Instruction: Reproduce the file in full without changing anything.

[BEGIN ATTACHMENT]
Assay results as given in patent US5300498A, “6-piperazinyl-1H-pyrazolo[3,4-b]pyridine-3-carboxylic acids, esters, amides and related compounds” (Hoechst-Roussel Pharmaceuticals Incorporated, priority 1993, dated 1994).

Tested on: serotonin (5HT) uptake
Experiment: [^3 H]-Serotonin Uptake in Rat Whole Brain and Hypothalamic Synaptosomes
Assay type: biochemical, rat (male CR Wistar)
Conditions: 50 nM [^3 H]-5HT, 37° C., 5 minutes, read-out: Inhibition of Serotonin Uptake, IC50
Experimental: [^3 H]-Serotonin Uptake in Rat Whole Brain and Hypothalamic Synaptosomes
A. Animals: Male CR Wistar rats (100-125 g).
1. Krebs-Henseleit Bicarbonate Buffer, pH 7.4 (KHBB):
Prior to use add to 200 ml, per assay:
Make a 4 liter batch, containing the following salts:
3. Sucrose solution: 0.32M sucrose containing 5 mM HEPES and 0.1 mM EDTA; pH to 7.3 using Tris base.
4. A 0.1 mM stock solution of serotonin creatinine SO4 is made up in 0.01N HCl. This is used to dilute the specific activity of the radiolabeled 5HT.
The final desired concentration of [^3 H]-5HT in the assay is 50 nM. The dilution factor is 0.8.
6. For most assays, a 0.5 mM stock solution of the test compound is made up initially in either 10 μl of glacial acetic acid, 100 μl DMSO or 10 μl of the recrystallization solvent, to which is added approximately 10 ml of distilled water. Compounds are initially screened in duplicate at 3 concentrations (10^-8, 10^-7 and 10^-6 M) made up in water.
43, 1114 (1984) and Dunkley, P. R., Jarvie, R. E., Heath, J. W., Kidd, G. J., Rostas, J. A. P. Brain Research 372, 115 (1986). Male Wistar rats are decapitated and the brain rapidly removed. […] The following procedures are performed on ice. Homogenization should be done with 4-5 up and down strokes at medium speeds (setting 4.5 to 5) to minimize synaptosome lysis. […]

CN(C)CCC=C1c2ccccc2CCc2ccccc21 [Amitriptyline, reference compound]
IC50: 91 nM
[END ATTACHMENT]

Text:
Assay results as given in patent US5300498A, “6-piperazinyl-1H-pyrazolo[3,4-b]pyridine-3-carboxylic acids, esters, amides and related compounds” (Hoechst-Roussel Pharmaceuticals Incorporated, priority 1993, dated 1994).

Tested on: serotonin (5HT) uptake
Experiment: [^3 H]-Serotonin Uptake in Rat Whole Brain and Hypothalamic Synaptosomes
Assay type: biochemical, rat (male CR Wistar)
Conditions: 50 nM [^3 H]-5HT, 37° C., 5 minutes, read-out: Inhibition of Serotonin Uptake, IC50
Experimental: [^3 H]-Serotonin Uptake in Rat Whole Brain and Hypothalamic Synaptosomes
A. Animals: Male CR Wistar rats (100-125 g).
1. Krebs-Henseleit Bicarbonate Buffer, pH 7.4 (KHBB):
Prior to use add to 200 ml, per assay:
Make a 4 liter batch, containing the following salts:
3. Sucrose solution: 0.32M sucrose containing 5 mM HEPES and 0.1 mM EDTA; pH to 7.3 using Tris base.
4. A 0.1 mM stock solution of serotonin creatinine SO4 is made up in 0.01N HCl. This is used to dilute the specific activity of the radiolabeled 5HT.
The final desired concentration of [^3 H]-5HT in the assay is 50 nM. The dilution factor is 0.8.
6. For most assays, a 0.5 mM stock solution of the test compound is made up initially in either 10 μl of glacial acetic acid, 100 μl DMSO or 10 μl of the recrystallization solvent, to which is added approximately 10 ml of distilled water. Compounds are initially screened in duplicate at 3 concentrations (10^-8, 10^-7 and 10^-6 M) made up in water.
43, 1114 (1984) and Dunkley, P. R., Jarvie, R. E., Heath, J. W., Kidd, G. J., Rostas, J. A. P. Brain Research 372, 115 (1986). Male Wistar rats are decapitated and the brain rapidly removed. […] The following procedures are performed on ice. Homogenization should be done with 4-5 up and down strokes at medium speeds (setting 4.5 to 5) to minimize synaptosome lysis. […]

CN(C)CCC=C1c2ccccc2CCc2ccccc21 [Amitriptyline, reference compound]
IC50: 91 nM